Tackle Your Goal to Run a Small Business
It's football season. It's a time for storming the field and tackling goals. If your goal is to run your own business, don't let a lack of financing keep you out of the game. Consider these tips from the Federal Deposit Insurance Corporation (FDIC) about securing credit for your business.
- Have a game plan. Winning teams have a plan before they hit the field. You also should have a plan for your business before applying for a loan. A solid business plan increases your chances of securing credit. Your business plan should include these five elements: 1) a statement of your business purpose, 2) a list of the owners, 3) a description of your products or services, customers, market potential and competitors, 4) three years of financial statements and 5) references from potential clients and suppliers.
- Know your risks. Even the best players face the risk of an injury that could keep them out of the game. The best way to protect your business from a loss is to know the risks up front. Different types of loans come with different levels of risks. A bank loan backed by the Small Business Association (SBA) may help minimize risk by offering better interest rates and financing options, if you are eligible. Credit card and home equity loans may be more risky. Credit cards often come with higher rates that could cost you more in the long run. Home equity lines of credit put your home at risk if your business fails.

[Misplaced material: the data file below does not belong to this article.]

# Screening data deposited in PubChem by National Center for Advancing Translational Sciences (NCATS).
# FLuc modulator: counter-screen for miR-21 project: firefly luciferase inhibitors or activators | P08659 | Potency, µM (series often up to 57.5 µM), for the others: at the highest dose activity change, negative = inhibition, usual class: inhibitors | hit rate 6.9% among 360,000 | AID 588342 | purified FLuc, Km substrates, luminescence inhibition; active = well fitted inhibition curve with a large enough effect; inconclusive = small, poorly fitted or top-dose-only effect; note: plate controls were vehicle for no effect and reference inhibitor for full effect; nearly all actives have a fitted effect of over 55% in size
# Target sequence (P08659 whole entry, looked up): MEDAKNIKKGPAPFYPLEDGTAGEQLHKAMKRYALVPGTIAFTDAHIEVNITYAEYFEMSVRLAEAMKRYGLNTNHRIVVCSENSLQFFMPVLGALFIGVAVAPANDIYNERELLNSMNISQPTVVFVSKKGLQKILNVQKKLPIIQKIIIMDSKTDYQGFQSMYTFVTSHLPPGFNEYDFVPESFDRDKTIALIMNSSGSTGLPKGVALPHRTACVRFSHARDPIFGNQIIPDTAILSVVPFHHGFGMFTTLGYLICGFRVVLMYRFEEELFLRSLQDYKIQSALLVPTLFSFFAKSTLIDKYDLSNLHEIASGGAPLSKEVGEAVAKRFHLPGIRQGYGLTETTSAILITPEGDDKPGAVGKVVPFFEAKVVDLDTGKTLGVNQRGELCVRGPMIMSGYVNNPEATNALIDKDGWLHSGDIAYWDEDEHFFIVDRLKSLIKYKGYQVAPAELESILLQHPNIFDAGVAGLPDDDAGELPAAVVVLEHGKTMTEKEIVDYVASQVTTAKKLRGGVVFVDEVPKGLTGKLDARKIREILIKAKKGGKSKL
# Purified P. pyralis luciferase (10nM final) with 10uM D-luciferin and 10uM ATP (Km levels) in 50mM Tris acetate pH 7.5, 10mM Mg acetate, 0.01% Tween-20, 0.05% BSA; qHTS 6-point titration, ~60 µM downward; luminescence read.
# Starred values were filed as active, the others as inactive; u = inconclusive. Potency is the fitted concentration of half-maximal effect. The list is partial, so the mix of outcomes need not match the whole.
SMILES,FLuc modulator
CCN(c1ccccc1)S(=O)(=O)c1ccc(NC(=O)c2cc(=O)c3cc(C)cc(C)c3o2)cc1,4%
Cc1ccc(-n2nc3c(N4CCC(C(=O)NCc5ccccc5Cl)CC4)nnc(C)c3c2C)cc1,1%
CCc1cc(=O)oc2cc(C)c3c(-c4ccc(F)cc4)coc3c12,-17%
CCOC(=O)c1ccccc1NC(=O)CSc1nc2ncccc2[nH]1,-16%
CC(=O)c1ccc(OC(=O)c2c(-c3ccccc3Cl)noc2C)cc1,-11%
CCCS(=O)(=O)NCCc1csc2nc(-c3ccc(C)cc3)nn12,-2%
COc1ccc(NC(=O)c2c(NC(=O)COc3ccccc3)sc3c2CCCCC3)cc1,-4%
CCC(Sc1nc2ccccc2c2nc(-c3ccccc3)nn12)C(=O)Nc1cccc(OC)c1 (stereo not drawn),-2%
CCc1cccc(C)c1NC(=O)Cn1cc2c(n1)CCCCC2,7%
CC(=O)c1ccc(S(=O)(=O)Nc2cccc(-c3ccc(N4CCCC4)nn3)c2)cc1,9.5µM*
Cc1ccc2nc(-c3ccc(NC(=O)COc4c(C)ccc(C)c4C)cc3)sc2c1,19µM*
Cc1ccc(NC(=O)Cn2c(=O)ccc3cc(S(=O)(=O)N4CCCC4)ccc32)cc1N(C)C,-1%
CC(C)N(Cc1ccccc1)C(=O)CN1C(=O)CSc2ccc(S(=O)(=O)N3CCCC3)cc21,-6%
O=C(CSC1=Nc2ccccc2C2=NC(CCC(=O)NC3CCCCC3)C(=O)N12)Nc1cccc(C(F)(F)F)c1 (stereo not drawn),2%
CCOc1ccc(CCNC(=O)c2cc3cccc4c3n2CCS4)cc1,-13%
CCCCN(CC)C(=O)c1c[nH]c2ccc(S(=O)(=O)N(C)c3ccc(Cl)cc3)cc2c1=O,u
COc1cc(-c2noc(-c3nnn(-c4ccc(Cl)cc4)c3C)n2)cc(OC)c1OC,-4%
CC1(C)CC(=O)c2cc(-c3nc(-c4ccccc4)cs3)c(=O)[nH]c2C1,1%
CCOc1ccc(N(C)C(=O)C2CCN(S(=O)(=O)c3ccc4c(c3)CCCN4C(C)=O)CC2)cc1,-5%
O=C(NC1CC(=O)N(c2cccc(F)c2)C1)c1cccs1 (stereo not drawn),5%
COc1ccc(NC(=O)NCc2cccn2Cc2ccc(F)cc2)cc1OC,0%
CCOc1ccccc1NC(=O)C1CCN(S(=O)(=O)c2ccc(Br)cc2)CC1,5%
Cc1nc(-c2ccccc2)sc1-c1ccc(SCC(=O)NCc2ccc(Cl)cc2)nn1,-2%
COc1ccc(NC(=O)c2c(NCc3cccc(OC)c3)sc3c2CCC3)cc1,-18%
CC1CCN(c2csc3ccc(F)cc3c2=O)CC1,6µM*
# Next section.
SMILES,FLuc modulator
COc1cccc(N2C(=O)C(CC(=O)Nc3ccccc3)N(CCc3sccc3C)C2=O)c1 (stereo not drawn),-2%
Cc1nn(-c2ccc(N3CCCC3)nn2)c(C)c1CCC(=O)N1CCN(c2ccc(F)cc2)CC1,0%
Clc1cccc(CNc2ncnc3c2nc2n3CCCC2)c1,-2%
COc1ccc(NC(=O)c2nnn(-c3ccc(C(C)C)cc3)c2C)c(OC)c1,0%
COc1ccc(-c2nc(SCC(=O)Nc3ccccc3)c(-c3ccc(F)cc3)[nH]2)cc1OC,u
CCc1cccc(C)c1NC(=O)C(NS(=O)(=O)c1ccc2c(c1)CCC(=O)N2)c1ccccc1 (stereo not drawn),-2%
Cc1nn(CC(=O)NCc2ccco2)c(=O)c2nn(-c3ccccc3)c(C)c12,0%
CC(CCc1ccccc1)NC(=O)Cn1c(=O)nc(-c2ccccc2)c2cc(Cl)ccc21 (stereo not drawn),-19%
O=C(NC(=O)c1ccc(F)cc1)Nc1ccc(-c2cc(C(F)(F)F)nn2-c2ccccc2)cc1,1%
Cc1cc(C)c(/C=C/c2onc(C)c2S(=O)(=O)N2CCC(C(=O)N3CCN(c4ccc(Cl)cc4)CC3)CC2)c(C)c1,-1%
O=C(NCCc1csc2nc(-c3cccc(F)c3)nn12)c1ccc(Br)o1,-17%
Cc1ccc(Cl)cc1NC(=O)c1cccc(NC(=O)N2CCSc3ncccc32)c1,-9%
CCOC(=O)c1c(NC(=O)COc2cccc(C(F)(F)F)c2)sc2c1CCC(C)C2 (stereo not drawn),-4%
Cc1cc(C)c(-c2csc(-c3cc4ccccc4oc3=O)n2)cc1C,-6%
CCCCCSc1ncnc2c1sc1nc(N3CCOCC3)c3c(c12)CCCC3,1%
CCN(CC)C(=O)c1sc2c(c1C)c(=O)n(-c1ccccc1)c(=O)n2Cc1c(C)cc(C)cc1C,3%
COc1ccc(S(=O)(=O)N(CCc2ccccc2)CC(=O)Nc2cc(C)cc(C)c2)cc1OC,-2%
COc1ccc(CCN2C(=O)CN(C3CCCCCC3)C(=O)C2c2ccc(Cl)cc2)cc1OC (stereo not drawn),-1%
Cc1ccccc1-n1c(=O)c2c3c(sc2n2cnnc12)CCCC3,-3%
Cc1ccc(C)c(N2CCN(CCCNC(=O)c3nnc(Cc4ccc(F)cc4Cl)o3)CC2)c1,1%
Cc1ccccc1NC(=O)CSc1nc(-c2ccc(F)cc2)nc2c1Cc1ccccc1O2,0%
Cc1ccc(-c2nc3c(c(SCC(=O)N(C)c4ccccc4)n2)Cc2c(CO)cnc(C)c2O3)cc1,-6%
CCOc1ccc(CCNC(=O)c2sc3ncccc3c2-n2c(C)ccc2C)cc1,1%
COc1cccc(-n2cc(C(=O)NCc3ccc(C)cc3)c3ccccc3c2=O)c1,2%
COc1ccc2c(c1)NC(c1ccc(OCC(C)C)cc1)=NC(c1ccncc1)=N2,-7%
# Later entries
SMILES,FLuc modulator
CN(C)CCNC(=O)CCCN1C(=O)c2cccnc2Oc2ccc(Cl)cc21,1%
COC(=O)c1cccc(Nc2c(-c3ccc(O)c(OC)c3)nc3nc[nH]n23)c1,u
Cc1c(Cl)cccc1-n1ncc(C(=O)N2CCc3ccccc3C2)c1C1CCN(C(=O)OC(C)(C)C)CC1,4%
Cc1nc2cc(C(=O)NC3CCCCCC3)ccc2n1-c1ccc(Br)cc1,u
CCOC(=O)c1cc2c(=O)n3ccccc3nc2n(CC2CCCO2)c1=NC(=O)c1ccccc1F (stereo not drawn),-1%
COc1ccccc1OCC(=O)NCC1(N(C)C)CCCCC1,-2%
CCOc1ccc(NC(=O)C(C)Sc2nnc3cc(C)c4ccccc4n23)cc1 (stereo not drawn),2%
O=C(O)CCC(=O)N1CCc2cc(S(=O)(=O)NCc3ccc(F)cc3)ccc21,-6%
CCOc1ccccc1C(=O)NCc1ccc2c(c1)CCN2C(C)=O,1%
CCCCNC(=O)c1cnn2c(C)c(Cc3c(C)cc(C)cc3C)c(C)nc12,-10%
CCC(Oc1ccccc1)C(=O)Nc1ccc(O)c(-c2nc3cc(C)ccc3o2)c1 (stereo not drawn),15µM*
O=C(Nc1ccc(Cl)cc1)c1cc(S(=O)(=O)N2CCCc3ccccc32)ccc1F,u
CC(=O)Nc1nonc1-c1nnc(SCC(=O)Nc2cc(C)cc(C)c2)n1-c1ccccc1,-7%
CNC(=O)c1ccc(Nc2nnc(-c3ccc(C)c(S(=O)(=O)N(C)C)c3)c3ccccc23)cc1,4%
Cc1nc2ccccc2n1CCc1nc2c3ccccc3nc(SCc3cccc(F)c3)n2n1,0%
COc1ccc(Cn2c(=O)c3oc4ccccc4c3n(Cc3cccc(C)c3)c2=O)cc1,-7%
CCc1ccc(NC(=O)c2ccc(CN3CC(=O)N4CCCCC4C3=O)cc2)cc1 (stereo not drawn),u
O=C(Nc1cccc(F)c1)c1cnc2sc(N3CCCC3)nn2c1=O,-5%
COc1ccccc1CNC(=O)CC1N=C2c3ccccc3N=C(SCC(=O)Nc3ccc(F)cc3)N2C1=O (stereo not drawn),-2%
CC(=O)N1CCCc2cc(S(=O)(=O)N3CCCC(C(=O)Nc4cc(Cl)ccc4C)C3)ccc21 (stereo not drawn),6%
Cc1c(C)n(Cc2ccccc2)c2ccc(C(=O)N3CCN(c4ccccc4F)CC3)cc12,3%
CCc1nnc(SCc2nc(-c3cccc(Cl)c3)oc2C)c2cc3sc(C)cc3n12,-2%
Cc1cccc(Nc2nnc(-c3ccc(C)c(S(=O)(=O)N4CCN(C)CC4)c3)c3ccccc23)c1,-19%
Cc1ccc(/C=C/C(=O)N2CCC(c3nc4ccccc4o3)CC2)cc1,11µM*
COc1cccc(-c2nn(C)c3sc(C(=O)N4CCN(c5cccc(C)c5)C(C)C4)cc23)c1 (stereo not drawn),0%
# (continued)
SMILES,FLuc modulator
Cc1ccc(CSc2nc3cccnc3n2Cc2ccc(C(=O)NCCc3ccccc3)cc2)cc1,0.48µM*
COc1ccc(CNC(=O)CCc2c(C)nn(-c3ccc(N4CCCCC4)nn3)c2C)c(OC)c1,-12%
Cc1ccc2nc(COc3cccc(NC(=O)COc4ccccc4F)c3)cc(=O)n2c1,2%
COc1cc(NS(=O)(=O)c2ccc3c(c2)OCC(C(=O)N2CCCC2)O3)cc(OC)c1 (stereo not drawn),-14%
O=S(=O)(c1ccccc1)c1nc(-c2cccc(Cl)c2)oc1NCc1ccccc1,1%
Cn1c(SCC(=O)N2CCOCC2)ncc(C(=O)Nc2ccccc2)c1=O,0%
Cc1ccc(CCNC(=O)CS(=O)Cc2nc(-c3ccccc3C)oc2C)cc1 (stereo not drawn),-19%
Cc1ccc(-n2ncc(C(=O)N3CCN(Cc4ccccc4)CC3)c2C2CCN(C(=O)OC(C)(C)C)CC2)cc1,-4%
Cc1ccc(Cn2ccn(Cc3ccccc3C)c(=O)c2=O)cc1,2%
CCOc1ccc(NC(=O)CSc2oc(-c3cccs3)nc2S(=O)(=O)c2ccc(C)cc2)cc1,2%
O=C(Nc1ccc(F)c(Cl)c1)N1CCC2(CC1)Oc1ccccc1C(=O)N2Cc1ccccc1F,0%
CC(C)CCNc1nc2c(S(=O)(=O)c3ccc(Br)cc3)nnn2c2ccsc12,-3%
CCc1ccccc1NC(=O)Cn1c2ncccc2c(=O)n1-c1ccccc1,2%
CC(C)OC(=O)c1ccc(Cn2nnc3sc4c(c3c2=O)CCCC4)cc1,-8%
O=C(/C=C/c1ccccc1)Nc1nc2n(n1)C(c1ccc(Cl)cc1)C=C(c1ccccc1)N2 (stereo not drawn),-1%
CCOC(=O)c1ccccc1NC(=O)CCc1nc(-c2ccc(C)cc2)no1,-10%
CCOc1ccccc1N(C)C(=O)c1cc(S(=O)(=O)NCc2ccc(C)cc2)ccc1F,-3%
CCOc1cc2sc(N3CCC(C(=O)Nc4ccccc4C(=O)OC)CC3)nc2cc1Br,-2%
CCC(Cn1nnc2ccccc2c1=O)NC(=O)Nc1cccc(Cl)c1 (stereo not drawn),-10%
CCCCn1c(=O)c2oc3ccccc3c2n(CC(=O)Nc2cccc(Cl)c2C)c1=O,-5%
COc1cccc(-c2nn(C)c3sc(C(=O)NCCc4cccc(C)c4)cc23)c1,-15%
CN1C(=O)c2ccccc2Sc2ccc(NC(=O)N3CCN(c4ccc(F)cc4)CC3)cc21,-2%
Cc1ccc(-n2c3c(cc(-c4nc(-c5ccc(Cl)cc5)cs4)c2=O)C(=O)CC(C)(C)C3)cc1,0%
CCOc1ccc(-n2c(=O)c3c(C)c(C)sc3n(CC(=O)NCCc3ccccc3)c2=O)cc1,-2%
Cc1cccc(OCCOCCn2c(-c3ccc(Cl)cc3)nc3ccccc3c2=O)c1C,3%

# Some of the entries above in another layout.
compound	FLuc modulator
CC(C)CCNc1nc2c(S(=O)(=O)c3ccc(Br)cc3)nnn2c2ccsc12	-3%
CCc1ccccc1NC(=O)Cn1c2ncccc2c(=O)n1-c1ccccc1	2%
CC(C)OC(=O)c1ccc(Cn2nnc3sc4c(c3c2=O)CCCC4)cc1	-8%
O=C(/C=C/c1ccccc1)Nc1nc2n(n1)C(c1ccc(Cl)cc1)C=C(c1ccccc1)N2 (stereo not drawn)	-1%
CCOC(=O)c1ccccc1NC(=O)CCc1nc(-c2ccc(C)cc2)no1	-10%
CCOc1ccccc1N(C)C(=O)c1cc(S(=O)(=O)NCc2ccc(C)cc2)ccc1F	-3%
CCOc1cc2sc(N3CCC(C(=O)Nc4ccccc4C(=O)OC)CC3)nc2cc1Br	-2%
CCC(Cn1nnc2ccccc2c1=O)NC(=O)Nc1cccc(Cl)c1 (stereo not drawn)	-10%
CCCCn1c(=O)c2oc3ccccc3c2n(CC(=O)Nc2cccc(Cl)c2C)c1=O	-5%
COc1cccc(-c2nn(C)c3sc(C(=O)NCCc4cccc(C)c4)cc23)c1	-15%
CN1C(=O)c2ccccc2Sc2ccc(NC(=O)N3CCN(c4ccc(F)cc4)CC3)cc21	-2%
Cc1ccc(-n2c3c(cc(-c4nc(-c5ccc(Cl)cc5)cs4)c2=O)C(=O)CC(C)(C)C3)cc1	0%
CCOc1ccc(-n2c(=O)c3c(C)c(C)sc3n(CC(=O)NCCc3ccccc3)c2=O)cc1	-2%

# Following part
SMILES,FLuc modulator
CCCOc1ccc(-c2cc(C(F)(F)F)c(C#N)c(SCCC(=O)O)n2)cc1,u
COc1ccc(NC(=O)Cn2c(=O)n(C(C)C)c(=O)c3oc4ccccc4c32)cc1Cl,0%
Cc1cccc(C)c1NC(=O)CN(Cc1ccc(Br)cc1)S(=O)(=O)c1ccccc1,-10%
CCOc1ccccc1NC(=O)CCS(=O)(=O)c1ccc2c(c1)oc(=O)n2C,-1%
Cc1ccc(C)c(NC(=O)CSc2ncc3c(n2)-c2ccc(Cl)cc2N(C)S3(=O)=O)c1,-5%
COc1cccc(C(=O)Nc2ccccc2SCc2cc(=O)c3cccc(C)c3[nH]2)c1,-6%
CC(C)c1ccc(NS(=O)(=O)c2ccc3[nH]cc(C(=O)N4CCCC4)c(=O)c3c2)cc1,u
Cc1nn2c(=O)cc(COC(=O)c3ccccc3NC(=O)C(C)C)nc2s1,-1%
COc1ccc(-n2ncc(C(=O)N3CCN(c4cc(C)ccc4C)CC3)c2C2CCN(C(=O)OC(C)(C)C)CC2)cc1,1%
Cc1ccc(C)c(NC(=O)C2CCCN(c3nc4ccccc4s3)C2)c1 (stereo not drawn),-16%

- Pace yourself. Teams that over extend themselves in the first quarter may run out of steam later in the game, which may ultimately cost them the win. Pace yourself accordingly when securing credit to ensure you can repay the full loan. Pick a loan term that works best for your business needs. Business loans generally come in three forms: 1) short-term loans that are typically used for ongoing expenses and repaid within three years, 2) intermediate-term loans that are usually for machinery, furniture, renovation or expansion purchases and repaid in five to seven years and 3) long-term loans that are commonly used for commercial mortgages or equipment purchases and repaid in 20 years or more.
- Learn from the professionals. Talk with the professionals at your local bank to learn more about your financing options. Whether or not you ultimately borrow from your bank, your banker can give you advice on your game plan and refer you to other valuable sources of information.